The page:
Friday, May 07, 2010

Brain Drain Cincinnati

If you care about American cities, then you'll want to listen to this podcast featuring Aaron Renn (The Urbanophile) and Randy Simes (UrbanCincy). Urban redevelopment in Cincinnati is the focus, but the guests cover a lot of geography (e.g. Atlanta) over the course of the discussion.

Brain drain is one of the primary subjects. I'm familiar with Aaron's take on outmigration. Mr. Simes seems to share the same perspective. Bottom line, Cincinnati needs to pay more attention to talent attraction.

However, I would disagree with the characterization of the Midwest as somehow uniquely obsessed with those who leave. (Mr. Simes posited this dichotomy) It's a universal concern. Aaron does a good job of highlighting how little we know about other cities. Brain drain is almost completely divorced from good data analysis. Over the past 3 years, I've read about outmigration anxiety in Portland (Oregon), Dallas, Atlanta, Boston, New York City, Chicago, Las Vegas, San Francisco, and Denver (To name a few ironic locations).

Later in the podcast, Mr. Simes looks at the differences between Cincinnati and St. Louis. The primary concern is the lack of attendance for the Reds relative to that of the Cardinals. (Two professional baseball teams) Why is there such a large discrepancy? Answering that question requires an intimate knowledge of both markets (not to mention the respective histories of the franchises). I would suggest that the brain drain story is similarly esoteric. A comparison is possible, but one should be aware of the different contexts.

5 comments:

Ben said...

Hi Jim,
Long time lurker on your blog. I am a rural and small town researcher. Yes, people in the midwest do hear about brain drain ALL THE TIME - books like Hollowing out the Middle are written without a balanced perspective on the dynamics of population movement, rather they just look at the kids that leave. However, our towns are more proud of the fact they can prepare the kids well for the larger world.

My research shows that people aged 30-45 move to rural areas, and in many cases provide a balance to the kids that leave. I call this the Brain Gain. Yes, we lose kids making $7/hour and have a HS education - yet we gain 30-45 year old people, with life experience, education, and kids (in 4th - 8th grades).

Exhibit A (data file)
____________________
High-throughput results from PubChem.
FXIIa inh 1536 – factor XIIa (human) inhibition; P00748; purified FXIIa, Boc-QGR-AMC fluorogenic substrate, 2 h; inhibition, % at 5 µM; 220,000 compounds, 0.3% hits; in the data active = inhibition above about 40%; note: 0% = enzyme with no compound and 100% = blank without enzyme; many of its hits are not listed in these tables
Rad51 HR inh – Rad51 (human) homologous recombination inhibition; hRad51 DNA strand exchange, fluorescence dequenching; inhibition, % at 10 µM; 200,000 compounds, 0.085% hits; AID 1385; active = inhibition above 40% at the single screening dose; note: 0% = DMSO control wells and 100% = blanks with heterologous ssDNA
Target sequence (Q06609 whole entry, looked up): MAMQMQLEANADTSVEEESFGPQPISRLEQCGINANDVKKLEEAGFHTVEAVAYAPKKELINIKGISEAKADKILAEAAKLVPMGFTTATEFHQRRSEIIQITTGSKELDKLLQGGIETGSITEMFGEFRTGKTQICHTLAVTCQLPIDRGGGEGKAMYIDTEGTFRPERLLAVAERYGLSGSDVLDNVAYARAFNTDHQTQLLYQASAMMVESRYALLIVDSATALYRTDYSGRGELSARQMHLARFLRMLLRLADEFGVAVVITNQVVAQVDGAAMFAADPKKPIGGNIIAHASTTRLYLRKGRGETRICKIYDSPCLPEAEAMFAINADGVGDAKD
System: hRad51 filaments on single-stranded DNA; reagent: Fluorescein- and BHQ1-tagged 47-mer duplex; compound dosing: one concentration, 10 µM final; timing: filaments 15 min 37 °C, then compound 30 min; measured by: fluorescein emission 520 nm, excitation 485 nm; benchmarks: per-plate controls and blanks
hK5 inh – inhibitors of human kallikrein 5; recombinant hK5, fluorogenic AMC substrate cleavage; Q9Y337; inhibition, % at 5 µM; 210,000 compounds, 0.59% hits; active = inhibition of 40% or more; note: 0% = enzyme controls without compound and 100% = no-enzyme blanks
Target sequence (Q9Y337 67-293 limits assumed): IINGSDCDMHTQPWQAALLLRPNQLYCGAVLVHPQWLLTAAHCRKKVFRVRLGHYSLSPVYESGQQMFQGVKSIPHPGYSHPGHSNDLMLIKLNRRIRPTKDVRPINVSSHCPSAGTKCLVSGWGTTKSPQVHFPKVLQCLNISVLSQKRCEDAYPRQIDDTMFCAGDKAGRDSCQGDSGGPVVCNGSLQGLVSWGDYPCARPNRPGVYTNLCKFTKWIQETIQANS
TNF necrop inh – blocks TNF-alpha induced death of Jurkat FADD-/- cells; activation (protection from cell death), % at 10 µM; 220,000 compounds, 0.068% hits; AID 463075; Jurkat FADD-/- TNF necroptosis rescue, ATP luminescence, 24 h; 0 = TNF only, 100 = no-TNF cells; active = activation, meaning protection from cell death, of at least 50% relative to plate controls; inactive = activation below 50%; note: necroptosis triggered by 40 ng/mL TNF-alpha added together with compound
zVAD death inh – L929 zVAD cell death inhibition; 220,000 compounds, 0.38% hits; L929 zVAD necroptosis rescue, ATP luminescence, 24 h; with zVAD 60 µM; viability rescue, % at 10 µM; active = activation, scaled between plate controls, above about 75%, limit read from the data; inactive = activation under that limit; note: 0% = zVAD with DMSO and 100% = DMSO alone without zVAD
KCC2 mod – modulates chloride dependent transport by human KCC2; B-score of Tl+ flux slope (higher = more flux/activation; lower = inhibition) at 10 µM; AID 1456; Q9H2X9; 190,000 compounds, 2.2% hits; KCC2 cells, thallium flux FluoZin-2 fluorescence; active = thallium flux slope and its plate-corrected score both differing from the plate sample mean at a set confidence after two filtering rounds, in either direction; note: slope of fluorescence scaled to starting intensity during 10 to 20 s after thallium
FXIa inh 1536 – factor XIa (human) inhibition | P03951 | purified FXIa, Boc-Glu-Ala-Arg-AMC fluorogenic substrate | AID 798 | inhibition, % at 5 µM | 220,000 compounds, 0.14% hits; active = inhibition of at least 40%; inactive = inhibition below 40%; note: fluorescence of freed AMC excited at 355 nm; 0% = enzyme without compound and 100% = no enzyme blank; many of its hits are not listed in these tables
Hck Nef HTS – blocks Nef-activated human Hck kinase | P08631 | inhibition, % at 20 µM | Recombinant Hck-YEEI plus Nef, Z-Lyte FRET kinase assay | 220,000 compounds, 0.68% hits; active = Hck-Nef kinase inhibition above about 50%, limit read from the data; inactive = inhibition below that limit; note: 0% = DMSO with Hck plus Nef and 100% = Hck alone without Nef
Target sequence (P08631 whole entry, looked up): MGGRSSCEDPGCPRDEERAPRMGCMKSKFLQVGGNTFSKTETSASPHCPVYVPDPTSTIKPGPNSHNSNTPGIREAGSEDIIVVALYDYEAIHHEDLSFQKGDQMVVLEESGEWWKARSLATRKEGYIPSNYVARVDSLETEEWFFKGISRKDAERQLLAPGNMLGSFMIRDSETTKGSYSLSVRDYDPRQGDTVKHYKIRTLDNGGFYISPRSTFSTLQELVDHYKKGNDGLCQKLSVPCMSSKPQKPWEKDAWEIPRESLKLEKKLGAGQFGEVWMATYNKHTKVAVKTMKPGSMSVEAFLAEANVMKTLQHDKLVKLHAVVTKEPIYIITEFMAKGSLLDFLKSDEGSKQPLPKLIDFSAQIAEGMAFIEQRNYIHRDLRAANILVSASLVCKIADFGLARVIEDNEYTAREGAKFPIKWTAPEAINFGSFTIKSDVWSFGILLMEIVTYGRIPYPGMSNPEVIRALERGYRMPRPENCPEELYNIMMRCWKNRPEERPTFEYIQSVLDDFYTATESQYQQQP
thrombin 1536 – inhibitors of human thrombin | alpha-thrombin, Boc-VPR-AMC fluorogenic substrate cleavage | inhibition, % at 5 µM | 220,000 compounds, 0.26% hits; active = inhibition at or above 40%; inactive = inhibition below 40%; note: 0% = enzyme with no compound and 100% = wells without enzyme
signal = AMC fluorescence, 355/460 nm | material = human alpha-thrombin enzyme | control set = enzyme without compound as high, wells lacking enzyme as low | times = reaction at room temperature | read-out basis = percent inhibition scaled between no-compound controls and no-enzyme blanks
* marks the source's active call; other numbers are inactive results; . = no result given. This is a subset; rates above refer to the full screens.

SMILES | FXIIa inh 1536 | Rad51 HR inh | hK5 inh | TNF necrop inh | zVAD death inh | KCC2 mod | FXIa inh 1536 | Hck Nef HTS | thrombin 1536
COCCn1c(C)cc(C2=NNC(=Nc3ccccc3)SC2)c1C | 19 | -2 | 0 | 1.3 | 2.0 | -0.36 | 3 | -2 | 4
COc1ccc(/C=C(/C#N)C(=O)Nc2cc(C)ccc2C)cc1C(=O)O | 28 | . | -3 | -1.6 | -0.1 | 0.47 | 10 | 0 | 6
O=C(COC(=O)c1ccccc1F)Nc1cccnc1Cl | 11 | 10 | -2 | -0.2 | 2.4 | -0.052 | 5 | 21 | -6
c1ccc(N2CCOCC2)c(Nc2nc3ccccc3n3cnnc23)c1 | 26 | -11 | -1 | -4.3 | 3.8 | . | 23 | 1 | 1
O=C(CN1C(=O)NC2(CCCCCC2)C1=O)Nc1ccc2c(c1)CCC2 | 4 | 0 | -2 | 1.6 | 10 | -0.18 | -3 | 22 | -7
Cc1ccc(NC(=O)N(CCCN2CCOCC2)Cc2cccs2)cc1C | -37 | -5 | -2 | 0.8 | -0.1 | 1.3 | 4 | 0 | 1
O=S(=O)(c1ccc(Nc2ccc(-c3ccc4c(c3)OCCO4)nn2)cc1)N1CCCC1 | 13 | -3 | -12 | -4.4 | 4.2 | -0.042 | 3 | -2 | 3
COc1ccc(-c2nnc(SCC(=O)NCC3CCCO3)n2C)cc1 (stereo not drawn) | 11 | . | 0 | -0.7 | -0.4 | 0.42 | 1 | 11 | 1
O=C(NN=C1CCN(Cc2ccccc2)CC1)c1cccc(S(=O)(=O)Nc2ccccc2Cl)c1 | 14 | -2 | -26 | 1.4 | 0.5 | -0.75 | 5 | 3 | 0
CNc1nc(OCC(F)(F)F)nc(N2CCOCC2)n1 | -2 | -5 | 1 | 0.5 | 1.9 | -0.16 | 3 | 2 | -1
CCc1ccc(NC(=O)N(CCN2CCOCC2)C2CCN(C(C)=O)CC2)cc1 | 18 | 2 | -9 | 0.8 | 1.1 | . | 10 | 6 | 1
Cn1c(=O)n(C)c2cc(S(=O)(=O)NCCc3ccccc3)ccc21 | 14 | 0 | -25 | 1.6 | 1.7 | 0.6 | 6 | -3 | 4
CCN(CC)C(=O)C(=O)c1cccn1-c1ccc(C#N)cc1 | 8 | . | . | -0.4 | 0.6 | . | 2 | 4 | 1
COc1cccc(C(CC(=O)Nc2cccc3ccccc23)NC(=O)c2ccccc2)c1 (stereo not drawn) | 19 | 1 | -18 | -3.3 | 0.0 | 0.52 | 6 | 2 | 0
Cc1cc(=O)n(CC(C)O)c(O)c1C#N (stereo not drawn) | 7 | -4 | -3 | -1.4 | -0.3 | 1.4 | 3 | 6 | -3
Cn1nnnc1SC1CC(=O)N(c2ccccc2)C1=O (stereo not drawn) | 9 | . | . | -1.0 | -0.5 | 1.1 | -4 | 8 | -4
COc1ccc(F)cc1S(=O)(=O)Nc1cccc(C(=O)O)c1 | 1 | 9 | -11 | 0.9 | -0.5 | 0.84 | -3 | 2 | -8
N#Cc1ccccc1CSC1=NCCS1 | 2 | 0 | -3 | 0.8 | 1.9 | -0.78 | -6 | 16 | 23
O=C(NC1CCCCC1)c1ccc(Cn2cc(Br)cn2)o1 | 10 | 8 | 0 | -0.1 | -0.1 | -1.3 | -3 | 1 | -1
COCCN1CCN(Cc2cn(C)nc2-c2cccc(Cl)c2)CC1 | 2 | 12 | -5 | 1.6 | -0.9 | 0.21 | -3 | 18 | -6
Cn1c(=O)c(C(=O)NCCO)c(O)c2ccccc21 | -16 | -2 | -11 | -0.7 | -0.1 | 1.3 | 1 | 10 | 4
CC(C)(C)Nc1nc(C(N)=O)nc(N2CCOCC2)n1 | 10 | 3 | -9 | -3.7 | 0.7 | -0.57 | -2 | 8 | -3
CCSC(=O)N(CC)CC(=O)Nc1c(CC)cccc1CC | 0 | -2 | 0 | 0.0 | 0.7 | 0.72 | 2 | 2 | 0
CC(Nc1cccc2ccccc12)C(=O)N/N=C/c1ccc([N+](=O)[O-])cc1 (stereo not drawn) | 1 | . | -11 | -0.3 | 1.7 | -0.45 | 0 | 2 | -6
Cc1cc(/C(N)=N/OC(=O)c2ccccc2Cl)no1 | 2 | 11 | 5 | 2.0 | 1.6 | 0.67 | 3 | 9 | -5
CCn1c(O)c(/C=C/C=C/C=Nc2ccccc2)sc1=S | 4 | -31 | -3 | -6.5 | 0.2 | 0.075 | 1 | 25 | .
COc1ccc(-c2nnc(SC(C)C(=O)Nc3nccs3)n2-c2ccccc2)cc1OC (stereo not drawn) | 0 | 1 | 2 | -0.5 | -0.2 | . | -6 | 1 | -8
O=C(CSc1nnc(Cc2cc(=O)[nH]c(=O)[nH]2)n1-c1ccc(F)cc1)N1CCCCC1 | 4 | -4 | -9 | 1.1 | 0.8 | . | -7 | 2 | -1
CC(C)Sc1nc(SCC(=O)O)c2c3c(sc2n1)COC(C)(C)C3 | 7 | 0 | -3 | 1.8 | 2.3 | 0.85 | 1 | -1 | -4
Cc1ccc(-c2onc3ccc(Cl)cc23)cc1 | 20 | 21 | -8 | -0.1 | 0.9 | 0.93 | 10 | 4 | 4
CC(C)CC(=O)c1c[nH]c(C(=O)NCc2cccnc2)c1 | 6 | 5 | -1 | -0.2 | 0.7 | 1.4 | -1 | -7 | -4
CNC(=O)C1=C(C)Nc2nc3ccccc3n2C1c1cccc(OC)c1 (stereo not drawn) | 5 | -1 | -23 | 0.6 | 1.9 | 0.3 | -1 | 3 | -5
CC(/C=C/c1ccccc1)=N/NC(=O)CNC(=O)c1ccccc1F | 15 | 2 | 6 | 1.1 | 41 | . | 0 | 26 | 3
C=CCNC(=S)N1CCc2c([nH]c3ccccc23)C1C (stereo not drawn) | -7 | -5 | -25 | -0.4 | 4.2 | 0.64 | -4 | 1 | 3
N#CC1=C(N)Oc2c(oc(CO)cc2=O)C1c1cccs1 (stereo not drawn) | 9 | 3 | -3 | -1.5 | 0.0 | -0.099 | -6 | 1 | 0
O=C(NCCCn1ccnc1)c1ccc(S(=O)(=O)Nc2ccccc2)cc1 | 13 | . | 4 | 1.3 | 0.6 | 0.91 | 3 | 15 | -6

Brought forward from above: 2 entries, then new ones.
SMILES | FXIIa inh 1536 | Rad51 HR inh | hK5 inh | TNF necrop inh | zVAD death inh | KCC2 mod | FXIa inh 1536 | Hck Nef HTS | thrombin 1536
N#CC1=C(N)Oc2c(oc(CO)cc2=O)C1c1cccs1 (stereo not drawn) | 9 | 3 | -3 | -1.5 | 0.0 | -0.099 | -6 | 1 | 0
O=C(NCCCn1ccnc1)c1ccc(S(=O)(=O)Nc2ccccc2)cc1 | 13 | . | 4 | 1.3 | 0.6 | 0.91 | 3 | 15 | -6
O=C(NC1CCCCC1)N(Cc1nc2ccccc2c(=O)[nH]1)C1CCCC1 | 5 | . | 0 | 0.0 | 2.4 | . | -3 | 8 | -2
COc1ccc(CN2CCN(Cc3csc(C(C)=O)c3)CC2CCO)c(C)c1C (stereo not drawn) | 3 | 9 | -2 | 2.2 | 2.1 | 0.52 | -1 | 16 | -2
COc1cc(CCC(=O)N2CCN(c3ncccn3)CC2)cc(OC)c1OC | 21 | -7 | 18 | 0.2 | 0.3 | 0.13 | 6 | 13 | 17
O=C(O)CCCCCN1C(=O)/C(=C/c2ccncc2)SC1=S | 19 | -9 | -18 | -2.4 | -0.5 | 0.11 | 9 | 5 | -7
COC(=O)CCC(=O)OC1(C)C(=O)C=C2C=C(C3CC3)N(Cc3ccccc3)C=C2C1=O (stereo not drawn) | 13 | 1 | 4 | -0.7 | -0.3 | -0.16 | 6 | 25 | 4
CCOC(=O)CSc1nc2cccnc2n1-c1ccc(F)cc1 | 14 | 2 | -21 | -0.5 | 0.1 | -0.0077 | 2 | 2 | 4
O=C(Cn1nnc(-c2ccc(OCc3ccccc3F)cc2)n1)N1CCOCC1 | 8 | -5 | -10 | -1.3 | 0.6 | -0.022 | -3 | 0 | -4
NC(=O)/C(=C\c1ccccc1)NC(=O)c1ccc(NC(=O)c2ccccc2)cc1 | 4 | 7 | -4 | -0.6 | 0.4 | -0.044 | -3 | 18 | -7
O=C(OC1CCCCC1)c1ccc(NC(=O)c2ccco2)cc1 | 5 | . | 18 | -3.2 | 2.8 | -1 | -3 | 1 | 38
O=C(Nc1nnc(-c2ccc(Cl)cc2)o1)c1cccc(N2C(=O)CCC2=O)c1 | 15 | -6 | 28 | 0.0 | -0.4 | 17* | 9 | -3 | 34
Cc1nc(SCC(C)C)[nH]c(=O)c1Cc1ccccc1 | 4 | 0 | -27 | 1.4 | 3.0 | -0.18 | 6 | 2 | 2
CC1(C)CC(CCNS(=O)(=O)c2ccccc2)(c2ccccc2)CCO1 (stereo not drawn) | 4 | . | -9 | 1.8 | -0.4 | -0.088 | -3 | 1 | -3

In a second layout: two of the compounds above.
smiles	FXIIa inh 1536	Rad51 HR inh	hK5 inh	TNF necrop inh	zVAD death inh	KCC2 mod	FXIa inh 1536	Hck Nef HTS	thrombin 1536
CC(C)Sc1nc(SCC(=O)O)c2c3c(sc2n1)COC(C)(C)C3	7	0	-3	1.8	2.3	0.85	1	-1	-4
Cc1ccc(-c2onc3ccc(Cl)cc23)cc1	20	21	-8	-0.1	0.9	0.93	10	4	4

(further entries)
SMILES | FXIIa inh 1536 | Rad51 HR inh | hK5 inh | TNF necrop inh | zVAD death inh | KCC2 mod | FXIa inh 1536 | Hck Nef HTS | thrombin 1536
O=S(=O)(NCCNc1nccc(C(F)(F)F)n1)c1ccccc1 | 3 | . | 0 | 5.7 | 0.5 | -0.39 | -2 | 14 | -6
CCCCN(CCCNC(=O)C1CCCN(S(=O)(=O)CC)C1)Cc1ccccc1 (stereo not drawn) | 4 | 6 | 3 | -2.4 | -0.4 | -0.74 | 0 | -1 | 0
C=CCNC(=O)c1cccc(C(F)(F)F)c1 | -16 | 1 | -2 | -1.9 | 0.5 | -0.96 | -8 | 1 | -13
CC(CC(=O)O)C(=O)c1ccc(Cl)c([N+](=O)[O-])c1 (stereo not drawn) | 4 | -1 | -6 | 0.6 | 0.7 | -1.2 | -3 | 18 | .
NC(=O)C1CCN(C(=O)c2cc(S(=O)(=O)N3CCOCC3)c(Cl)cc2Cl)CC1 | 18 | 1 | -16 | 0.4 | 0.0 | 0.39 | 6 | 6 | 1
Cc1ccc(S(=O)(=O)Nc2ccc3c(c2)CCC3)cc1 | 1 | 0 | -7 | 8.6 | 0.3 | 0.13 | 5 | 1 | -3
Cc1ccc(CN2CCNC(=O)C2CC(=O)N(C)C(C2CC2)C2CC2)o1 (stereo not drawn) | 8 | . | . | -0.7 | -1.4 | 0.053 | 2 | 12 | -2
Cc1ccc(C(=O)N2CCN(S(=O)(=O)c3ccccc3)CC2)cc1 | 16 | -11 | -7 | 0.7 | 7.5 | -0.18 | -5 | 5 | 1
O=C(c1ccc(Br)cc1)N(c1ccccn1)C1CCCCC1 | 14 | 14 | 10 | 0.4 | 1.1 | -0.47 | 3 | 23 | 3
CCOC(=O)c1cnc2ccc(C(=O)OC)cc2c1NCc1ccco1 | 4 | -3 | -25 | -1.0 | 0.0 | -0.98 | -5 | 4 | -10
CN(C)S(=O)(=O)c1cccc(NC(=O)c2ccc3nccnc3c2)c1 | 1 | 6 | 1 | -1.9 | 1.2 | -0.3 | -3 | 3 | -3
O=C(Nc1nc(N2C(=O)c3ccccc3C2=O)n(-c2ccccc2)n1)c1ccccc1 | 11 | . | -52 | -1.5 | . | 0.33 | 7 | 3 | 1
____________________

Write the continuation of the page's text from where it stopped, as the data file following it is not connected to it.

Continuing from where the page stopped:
Anyway, thought I would throw a note your way. You can google "brain gain of the newcomers" to find out more.
Thanks for your thoughtfulness! Keep up the good work.
Ben

Jim Russell said...

Ben,

Thanks for taking the time to comment. I think I came across your research via ReImagine Rural. For anyone interested, here is a link to the "Brain Gain of the Newcomers" report. Anyone interested in the revitalization of any sized community should read it.

The Urbanophile said...

Thanks for letting me steal all your talking points, Jim!

Randy Simes said...

Jim:

My comments comparing Cincinnati and St. Louis in regards to their baseball franchises were anecdotal in nature, and were primarily meant to highlight how one city is maximizing its regional population and economic standing to its advantage to fill a baseball stadium while the other was not. Obviously sports are tricky to use in a city/region comparison due to the many intricacies involved with fan support, but my point stands about some cities maximizing their regional population and economic standing, while others don't. Is this because of a city/suburb divide? I don't know, but the difference is palpable and should be explored.

I also do think that this obsession with Brain Drain is more pronounced in the Midwest than anywhere else. Large coastal cities just don't seem to care, but certainly do give it some lip service. In Atlanta where I work professional, there is no where near the attention paid to Brain Drain, and specifically talent retention, as compared to Cincinnati.

Honestly, I think it has to do with the image problem Midwestern cities have, and feel that they have. Midwestern cities have been out punched by smaller, less educated Southern cities for several decades now. Midwestern cities also can not compete with the size of coastal cities, or the perceived affluence of the Pacific Northwest. Combine this with the huge number of colleges/universities established throughout the Midwest, in part thanks to the Northwest Ordinance, and you have yourself a situation where residents in the Midwest know they're producing a ton of talent, and feel that they are losing more than their fair share. When these residents wake up and read news stories about declining population and economic standing of their respective cities respective to other peer or lower tier cities elsewhere across the nation and you have a perfect incubator for this obsession.

Hopefully this helps clarify my comments. Thanks for sharing this with your audience.

Jim Russell said...

Randy,

Thanks for clarifying. My comments about the stadium attendance comparison was just an off-the-cuff reaction. Your anecdote just got the wheels turning. Sometimes I throw too much into a blog post.

As for brain drain, I still disagree with your observation. I could write a book about the obsession in Boston. Tampa has a huge complex, as evidenced by the spat between the mayor there and the one in Louisville. It's a touchy subject in a lot of places. Most of the anxiety is voiced at the state level, which can mask the concern in major metro regions.

I can assure you that Philly definitely cares and Georgia spends millions of dollars every year trying to keep graduates from leaving. Believe it or not, so does Texas.

If there is a difference, I'd guess it mostly concerns the size of the native population. Newcomers from out-of-state don't care locals sticking around. Most Midwestern cities don't have many newcomers.